Episode 36 - He's Not The Messiah, He's a Very Naughty Serial Killer (The Law Week)
Updated: Apr 18
Sam's Episode Notes: God in court – a little divine intervention
I was so inspired by last week's episode on the Papacy that I thought I'd take it one step further, and talk about a few times God, or the Gods, have ended up in court themselves. Sometimes as defendants, sometimes as plaintiffs, and occasionally as witnesses.
So, on our magical mystery world tour, we start off in Ancient Greece with the odd case of the woman who stripped her way to freedom. Because it's no crime to look this good, Tom. And I promise this is the only rude one.
Mnesarete, also Phryne or 'toad' due to her yellowish complexion – yes, it's all going well in th elooks department so far – was a courtesan in Athens in the 4th century BC. She was a famous beauty, as her nickname and jaundiced hue would suggest, and was supposedly the lover of the Greek sculptor Praxilites, and inspiration for the first ever statues of naked women we know from Greece as well as the inspiration for the appearance of the Goddess Aphrodite.
At some point in her life, we're not entirely sure when, it all went wrong, though. She found herself accused of impiety or behaving in a way that would displease the Gods. Now, in Ancient Greece, pleasing the Gods was everything. It was the difference between a good harvest or a bad one, having healthy children, winning wars and everything in between. And so doing anything to piss them off was a big no-no. In fact it was a capital offence, carrying the death penalty.
Phryne found herself in court for impiety. We don't know exactly what she did, but it wasn't looking good. And so, legend has it that as a last ditch defence, her lawyer, the orator Hyperides, came up with a plan. A cunning plan, with depth and layers. A 3D chess game. And that plan was this, Tom.
He pulled off her robe, revealing her tits to the courtroom. And yes, there's lots of renaissance paintings of men leching over her. And it worked! The argument was that such beauty could only have been a gift from Aphrodite herself, and that Phryne was therefore a prophet of beauty. Since she was chosen by the Gods to represent beauty on Earth, she couldn't possibly be guilty of displeasing them with impious behaviour. Bearing in mind the jurors were all men. And the dirty old bastards let her go. Now, this version of the story is a little doubtful. We do believe the trial happened, but it's likely the stripping was added later for satirical purposes, to show the Athenian elite as foolish old lechers who'd do anything for a grope. But it's a great story nonetheless.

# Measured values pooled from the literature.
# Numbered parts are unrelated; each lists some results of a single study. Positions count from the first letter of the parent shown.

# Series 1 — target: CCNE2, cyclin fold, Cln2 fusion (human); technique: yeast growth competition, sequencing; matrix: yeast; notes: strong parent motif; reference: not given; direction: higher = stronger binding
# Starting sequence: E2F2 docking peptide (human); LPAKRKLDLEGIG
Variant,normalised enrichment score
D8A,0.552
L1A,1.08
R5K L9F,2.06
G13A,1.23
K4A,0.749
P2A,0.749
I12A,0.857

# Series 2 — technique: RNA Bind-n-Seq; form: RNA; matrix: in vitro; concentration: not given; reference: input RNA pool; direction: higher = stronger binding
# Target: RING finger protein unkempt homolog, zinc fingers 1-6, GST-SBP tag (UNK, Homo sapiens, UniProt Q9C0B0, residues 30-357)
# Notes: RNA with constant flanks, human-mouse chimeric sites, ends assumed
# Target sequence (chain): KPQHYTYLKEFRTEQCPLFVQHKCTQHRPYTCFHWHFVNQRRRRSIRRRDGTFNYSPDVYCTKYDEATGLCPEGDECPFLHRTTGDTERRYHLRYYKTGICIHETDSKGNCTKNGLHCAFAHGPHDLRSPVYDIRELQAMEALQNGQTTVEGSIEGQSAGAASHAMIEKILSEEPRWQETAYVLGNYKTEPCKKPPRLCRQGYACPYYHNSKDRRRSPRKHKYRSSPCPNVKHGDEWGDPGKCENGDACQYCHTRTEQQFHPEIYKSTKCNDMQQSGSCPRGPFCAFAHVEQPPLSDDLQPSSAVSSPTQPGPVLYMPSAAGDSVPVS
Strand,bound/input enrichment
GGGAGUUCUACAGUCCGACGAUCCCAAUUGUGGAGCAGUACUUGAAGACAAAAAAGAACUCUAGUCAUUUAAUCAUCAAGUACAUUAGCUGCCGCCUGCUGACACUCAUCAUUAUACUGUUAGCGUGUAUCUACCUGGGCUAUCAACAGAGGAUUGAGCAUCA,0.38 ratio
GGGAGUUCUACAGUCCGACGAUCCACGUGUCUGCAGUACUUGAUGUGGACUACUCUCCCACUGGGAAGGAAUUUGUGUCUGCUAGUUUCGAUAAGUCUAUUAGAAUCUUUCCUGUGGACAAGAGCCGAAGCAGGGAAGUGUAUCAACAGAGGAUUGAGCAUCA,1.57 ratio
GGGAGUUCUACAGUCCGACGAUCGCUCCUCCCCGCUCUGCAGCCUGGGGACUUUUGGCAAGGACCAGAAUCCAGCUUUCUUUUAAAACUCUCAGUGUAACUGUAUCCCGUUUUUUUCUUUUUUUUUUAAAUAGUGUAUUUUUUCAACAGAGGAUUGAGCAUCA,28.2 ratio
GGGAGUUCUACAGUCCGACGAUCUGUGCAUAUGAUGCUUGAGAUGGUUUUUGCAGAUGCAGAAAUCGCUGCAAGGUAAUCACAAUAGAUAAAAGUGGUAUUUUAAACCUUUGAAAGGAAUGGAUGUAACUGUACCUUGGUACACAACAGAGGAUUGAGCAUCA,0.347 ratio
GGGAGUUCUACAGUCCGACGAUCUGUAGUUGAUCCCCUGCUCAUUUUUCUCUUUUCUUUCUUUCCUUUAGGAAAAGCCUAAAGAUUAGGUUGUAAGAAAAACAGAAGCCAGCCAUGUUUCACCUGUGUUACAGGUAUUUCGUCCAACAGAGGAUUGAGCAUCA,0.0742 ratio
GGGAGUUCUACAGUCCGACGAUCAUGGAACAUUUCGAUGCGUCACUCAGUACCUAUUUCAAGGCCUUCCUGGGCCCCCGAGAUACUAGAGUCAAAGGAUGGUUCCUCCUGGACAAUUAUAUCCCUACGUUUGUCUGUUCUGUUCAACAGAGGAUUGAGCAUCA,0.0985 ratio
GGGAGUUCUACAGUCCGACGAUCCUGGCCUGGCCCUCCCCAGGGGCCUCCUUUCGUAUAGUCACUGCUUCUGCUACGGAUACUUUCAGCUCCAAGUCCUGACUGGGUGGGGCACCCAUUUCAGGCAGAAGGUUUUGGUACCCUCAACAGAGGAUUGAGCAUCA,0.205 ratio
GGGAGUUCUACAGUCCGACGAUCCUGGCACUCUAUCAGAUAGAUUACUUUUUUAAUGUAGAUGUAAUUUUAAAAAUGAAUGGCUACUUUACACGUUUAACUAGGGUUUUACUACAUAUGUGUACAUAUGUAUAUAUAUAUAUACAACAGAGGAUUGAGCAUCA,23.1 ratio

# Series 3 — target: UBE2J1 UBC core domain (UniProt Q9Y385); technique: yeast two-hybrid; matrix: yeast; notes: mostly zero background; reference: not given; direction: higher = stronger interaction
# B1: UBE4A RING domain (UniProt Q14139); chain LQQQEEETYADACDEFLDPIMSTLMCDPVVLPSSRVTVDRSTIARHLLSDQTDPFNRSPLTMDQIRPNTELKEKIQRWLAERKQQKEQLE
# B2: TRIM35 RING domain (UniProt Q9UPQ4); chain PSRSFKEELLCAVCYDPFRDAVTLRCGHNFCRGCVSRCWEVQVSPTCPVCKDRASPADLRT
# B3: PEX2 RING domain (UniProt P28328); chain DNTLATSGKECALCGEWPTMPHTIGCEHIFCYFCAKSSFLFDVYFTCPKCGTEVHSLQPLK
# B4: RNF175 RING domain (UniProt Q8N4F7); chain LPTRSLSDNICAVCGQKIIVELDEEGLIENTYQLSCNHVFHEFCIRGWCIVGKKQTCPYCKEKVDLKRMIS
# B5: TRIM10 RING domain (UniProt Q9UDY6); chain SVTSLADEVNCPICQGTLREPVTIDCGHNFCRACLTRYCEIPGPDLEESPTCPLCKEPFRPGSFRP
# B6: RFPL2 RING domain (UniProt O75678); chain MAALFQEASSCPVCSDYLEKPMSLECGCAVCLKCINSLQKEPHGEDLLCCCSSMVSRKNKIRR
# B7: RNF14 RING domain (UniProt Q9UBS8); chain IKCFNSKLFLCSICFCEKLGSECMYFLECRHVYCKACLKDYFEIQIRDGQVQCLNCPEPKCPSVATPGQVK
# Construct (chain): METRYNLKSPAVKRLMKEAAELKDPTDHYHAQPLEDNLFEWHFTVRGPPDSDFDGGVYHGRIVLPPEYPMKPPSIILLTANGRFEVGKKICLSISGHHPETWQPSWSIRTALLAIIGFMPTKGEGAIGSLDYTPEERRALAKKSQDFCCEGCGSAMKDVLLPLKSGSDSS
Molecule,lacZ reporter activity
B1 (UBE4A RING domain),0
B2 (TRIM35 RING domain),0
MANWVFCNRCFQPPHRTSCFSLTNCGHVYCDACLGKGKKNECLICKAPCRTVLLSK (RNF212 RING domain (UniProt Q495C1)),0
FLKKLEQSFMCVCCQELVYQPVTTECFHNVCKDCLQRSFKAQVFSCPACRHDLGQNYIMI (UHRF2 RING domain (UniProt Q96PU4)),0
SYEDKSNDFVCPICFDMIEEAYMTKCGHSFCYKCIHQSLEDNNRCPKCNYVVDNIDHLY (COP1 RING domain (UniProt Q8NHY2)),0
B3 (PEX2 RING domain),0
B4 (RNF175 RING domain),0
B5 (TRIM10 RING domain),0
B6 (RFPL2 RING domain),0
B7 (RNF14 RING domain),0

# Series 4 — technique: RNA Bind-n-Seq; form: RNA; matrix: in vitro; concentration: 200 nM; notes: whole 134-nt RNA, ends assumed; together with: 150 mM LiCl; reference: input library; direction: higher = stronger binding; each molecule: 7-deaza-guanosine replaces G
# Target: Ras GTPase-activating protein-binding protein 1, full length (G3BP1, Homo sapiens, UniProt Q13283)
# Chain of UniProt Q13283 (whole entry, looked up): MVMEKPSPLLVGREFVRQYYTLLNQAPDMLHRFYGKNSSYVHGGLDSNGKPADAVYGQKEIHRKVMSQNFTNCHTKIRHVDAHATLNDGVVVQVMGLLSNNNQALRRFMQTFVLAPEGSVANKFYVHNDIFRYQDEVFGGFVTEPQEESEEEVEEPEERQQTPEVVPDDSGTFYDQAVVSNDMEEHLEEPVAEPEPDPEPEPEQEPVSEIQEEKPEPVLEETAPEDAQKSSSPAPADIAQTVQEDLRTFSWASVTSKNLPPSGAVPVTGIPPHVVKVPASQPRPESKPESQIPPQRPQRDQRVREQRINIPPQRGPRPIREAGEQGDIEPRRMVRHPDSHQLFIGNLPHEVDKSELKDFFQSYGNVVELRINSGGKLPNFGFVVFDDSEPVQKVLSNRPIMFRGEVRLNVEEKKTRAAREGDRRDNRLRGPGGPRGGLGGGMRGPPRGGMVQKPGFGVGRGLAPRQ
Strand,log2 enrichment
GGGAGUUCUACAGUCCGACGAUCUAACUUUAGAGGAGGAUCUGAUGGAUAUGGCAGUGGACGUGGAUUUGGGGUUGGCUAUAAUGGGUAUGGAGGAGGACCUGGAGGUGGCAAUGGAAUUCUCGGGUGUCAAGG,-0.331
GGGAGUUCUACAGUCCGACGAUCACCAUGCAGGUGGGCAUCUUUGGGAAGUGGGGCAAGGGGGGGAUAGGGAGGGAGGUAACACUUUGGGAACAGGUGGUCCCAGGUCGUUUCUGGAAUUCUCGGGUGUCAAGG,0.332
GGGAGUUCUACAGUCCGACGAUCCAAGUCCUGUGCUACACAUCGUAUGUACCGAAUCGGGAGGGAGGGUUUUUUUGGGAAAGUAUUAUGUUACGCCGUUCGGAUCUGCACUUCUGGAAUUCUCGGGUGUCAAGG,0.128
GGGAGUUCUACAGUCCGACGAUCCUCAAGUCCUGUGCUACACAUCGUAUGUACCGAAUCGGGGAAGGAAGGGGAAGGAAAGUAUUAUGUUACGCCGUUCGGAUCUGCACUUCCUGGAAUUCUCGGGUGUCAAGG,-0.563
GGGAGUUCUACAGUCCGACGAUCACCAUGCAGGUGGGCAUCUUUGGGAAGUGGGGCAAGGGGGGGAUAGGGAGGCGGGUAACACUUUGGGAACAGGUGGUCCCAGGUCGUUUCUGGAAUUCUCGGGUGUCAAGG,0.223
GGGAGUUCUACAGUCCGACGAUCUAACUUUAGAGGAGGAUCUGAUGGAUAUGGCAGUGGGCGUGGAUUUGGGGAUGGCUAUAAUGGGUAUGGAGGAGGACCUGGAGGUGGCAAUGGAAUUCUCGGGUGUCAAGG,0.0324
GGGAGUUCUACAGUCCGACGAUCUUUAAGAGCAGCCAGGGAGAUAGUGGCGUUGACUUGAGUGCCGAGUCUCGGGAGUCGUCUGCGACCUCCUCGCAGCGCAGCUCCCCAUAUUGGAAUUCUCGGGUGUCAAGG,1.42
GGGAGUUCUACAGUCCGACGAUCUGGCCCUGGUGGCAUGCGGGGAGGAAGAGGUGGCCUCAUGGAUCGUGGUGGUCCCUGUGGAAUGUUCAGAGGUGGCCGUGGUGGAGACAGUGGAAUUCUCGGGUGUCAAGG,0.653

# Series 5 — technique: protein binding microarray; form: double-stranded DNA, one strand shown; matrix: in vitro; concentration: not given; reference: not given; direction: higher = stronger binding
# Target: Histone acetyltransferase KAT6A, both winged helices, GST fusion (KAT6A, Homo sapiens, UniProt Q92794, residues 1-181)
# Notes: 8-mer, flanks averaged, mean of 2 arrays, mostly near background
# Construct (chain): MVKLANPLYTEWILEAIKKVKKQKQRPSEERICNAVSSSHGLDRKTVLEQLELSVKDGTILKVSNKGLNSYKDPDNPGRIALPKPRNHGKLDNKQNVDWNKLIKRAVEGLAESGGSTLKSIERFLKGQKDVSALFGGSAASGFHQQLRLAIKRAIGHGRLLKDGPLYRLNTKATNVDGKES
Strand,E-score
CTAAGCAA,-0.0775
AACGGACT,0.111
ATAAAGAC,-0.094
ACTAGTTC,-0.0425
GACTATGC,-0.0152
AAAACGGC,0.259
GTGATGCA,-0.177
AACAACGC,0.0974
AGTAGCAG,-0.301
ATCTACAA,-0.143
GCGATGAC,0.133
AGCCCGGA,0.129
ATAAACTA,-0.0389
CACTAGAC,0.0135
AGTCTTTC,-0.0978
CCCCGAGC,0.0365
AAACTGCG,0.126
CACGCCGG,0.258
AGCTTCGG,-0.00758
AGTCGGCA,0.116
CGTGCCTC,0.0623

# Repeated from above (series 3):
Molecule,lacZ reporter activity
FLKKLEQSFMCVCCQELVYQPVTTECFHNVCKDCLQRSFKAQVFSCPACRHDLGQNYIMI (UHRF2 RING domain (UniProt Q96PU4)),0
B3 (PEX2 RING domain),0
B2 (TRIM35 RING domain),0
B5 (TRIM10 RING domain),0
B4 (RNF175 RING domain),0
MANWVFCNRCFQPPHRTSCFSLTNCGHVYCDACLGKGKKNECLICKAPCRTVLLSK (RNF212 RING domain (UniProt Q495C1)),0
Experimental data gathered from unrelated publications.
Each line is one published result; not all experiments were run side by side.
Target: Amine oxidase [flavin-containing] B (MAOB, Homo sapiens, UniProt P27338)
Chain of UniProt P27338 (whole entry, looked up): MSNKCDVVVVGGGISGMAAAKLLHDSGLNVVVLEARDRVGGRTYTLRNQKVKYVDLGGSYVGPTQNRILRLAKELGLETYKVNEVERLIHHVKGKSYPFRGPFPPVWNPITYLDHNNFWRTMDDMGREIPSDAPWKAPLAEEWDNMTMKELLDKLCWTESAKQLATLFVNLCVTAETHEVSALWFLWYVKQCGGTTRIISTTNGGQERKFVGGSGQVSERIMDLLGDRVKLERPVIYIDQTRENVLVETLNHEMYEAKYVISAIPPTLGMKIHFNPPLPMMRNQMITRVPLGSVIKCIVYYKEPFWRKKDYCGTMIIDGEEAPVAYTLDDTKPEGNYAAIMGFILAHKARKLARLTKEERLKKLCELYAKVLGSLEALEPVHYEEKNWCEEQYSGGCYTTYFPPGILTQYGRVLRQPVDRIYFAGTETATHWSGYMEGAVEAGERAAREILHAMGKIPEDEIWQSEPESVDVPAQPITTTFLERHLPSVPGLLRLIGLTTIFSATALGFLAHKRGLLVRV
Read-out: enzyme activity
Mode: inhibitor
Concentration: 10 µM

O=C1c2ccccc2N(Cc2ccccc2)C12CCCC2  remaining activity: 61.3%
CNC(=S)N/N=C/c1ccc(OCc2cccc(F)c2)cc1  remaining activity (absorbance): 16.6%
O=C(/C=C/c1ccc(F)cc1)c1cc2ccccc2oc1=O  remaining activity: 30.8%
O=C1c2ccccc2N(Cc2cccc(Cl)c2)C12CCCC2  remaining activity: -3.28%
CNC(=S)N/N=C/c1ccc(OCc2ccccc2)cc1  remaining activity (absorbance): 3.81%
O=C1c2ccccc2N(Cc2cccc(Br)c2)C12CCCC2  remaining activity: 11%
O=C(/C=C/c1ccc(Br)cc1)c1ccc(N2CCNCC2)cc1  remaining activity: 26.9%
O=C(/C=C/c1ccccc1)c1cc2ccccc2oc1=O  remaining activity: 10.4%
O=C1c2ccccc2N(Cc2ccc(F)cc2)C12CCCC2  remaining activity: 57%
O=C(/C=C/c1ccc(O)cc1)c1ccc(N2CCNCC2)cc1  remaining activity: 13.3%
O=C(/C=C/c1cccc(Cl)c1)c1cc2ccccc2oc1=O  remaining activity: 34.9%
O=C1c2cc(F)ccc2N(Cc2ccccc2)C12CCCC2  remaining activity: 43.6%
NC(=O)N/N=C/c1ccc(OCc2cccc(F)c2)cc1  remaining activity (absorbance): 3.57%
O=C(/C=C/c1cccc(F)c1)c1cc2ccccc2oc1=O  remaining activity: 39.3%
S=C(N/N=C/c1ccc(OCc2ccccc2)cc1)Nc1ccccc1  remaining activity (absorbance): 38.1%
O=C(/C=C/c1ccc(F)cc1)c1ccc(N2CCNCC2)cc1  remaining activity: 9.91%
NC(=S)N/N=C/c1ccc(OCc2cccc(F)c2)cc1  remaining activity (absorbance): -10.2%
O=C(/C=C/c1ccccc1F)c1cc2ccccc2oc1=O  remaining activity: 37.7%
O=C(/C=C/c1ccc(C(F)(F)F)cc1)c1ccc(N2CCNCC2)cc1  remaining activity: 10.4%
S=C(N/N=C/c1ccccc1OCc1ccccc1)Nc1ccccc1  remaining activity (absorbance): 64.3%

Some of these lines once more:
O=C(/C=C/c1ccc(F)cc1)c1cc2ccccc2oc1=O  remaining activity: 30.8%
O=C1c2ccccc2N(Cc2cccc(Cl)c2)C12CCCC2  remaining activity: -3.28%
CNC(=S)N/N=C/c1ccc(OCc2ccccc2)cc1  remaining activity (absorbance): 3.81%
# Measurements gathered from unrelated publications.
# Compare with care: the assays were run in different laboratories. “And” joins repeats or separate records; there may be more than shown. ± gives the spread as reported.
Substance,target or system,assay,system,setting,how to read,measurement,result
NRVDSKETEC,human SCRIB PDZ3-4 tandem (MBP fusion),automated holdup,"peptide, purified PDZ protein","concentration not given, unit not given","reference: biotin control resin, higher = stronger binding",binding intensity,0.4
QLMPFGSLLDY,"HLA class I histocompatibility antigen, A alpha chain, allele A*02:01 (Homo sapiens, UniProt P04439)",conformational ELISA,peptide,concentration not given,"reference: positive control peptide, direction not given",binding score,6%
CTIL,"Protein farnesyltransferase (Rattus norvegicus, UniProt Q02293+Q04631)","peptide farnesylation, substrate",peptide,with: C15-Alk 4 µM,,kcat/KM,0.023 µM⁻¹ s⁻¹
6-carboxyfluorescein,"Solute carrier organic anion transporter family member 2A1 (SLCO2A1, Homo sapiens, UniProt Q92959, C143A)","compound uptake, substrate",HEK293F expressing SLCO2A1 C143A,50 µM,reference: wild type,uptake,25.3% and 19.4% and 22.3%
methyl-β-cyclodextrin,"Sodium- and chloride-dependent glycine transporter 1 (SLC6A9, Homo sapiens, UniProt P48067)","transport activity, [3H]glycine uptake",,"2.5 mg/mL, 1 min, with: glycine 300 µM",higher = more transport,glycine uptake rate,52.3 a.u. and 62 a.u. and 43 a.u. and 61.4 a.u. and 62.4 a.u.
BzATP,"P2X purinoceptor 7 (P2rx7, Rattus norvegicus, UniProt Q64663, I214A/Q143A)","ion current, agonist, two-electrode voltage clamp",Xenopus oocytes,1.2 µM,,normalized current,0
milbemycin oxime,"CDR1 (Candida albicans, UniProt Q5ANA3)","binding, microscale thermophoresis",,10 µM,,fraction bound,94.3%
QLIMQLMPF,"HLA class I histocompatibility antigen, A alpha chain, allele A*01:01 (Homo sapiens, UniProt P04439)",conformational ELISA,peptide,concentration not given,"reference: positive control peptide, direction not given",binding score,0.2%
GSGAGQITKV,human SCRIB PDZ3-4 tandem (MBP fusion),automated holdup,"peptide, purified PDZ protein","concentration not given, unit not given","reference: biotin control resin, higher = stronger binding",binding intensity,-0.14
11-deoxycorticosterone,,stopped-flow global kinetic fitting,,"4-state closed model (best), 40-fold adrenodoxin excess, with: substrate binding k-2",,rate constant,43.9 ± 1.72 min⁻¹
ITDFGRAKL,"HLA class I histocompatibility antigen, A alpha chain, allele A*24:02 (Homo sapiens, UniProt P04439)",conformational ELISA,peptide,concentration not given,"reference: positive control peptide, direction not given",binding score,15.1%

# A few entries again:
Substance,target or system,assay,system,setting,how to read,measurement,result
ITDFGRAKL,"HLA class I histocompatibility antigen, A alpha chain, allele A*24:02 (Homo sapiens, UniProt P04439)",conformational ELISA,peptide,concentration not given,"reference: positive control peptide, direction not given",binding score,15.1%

Next up, we're heading to Britain in 1378, for a very quick look at the odd history of British blasphemy laws. Specifically, blasphemous libel, or slandering God's reputation. Blasphemy is just shouting God damn it when you stub your toe, and was a serious offence that could have had you flogged for hundreds of years. Blasphemous libel was very different – that was bringing God into disrepute and spreading lies about him. And that was a lot more serious.
Because clearly, God needs some folk on Earth to defend his good name and confirm that yes, launching this crusade and massacring those heretics is exactly what he wanted to happen and that yes, that hailstorm was caused by the old lady down the road who is definitely a witch. God may be Omniscient and Omnipotent but he can't be everywhere all the time.
Unfortunately, the only thing the bishops could do to blasphemers was excommunicate them, which wasn't much of a threat to athiests and heretics. They needed something a little more spicy. And do they forged an Act of Parliament. And they literally forged it – writing it up for royal ascent without getting the permission of the house of commons or the house of lords, and threatening anyone who tried to have the law repealed with, erm, blasphemy charges. So by 1400 the laws were so strict that anyone convicted of heresy could be burned at the stake. In fact, the clergy had been burning people at the stake for a long time before that without legal permission, but, you know, Gods will.